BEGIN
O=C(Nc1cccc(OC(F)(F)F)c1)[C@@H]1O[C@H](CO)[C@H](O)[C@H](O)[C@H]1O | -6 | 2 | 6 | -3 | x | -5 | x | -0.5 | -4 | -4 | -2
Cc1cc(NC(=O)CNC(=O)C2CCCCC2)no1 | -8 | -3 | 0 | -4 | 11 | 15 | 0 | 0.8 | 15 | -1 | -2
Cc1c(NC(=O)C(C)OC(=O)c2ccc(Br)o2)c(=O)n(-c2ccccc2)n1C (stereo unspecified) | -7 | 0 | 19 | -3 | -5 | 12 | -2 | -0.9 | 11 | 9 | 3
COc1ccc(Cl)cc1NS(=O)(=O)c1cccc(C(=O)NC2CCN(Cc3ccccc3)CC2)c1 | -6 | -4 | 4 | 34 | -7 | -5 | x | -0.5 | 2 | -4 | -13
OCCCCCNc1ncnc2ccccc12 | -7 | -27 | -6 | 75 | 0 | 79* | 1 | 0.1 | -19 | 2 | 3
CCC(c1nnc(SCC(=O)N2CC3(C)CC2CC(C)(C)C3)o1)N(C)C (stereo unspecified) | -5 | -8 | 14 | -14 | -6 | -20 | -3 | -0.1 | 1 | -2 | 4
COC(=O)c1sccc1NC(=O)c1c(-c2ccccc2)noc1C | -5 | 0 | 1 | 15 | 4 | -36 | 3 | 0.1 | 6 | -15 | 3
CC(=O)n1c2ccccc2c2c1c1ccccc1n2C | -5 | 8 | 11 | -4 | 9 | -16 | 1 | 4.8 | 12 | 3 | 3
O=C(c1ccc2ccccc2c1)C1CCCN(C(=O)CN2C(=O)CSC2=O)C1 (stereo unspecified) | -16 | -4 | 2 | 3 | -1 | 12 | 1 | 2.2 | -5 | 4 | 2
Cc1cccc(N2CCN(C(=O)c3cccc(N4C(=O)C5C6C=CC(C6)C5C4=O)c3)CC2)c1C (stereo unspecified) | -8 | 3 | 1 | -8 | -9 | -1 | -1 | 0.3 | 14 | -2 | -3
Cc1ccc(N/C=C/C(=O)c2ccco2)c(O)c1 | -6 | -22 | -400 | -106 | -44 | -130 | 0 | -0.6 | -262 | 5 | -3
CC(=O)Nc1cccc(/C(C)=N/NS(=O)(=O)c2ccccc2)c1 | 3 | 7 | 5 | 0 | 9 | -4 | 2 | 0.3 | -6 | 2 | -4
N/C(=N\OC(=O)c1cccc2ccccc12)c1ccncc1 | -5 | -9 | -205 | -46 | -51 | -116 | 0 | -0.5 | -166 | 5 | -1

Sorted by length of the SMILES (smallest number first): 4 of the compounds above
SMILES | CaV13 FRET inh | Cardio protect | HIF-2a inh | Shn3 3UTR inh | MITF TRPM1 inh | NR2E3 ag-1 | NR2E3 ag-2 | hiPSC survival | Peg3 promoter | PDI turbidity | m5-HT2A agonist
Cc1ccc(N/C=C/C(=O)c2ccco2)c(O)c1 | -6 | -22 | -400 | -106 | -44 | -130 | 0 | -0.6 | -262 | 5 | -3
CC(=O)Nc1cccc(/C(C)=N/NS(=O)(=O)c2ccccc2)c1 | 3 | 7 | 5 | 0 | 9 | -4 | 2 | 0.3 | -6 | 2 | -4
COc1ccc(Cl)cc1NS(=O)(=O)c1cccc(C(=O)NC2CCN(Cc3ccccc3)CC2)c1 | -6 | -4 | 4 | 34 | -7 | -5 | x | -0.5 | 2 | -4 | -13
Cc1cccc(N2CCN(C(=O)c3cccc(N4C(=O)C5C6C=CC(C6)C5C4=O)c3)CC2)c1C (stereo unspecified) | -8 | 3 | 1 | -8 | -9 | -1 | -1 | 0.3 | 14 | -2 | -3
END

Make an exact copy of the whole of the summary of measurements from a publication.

O=C(Nc1cccc(OC(F)(F)F)c1)[C@@H]1O[C@H](CO)[C@H](O)[C@H](O)[C@H]1O | -6 | 2 | 6 | -3 | x | -5 | x | -0.5 | -4 | -4 | -2
Cc1cc(NC(=O)CNC(=O)C2CCCCC2)no1 | -8 | -3 | 0 | -4 | 11 | 15 | 0 | 0.8 | 15 | -1 | -2
Cc1c(NC(=O)C(C)OC(=O)c2ccc(Br)o2)c(=O)n(-c2ccccc2)n1C (stereo unspecified) | -7 | 0 | 19 | -3 | -5 | 12 | -2 | -0.9 | 11 | 9 | 3
COc1ccc(Cl)cc1NS(=O)(=O)c1cccc(C(=O)NC2CCN(Cc3ccccc3)CC2)c1 | -6 | -4 | 4 | 34 | -7 | -5 | x | -0.5 | 2 | -4 | -13
OCCCCCNc1ncnc2ccccc12 | -7 | -27 | -6 | 75 | 0 | 79* | 1 | 0.1 | -19 | 2 | 3
CCC(c1nnc(SCC(=O)N2CC3(C)CC2CC(C)(C)C3)o1)N(C)C (stereo unspecified) | -5 | -8 | 14 | -14 | -6 | -20 | -3 | -0.1 | 1 | -2 | 4
COC(=O)c1sccc1NC(=O)c1c(-c2ccccc2)noc1C | -5 | 0 | 1 | 15 | 4 | -36 | 3 | 0.1 | 6 | -15 | 3
CC(=O)n1c2ccccc2c2c1c1ccccc1n2C | -5 | 8 | 11 | -4 | 9 | -16 | 1 | 4.8 | 12 | 3 | 3
O=C(c1ccc2ccccc2c1)C1CCCN(C(=O)CN2C(=O)CSC2=O)C1 (stereo unspecified) | -16 | -4 | 2 | 3 | -1 | 12 | 1 | 2.2 | -5 | 4 | 2
Cc1cccc(N2CCN(C(=O)c3cccc(N4C(=O)C5C6C=CC(C6)C5C4=O)c3)CC2)c1C (stereo unspecified) | -8 | 3 | 1 | -8 | -9 | -1 | -1 | 0.3 | 14 | -2 | -3
Cc1ccc(N/C=C/C(=O)c2ccco2)c(O)c1 | -6 | -22 | -400 | -106 | -44 | -130 | 0 | -0.6 | -262 | 5 | -3
CC(=O)Nc1cccc(/C(C)=N/NS(=O)(=O)c2ccccc2)c1 | 3 | 7 | 5 | 0 | 9 | -4 | 2 | 0.3 | -6 | 2 | -4
N/C(=N\OC(=O)c1cccc2ccccc12)c1ccncc1 | -5 | -9 | -205 | -46 | -51 | -116 | 0 | -0.5 | -166 | 5 | -1

Sorted by length of the SMILES (smallest number first): 4 of the compounds above
SMILES | CaV13 FRET inh | Cardio protect | HIF-2a inh | Shn3 3UTR inh | MITF TRPM1 inh | NR2E3 ag-1 | NR2E3 ag-2 | hiPSC survival | Peg3 promoter | PDI turbidity | m5-HT2A agonist
Cc1ccc(N/C=C/C(=O)c2ccco2)c(O)c1 | -6 | -22 | -400 | -106 | -44 | -130 | 0 | -0.6 | -262 | 5 | -3
CC(=O)Nc1cccc(/C(C)=N/NS(=O)(=O)c2ccccc2)c1 | 3 | 7 | 5 | 0 | 9 | -4 | 2 | 0.3 | -6 | 2 | -4
COc1ccc(Cl)cc1NS(=O)(=O)c1cccc(C(=O)NC2CCN(Cc3ccccc3)CC2)c1 | -6 | -4 | 4 | 34 | -7 | -5 | x | -0.5 | 2 | -4 | -13
Cc1cccc(N2CCN(C(=O)c3cccc(N4C(=O)C5C6C=CC(C6)C5C4=O)c3)CC2)c1C (stereo unspecified) | -8 | 3 | 1 | -8 | -9 | -1 | -1 | 0.3 | 14 | -2 | -3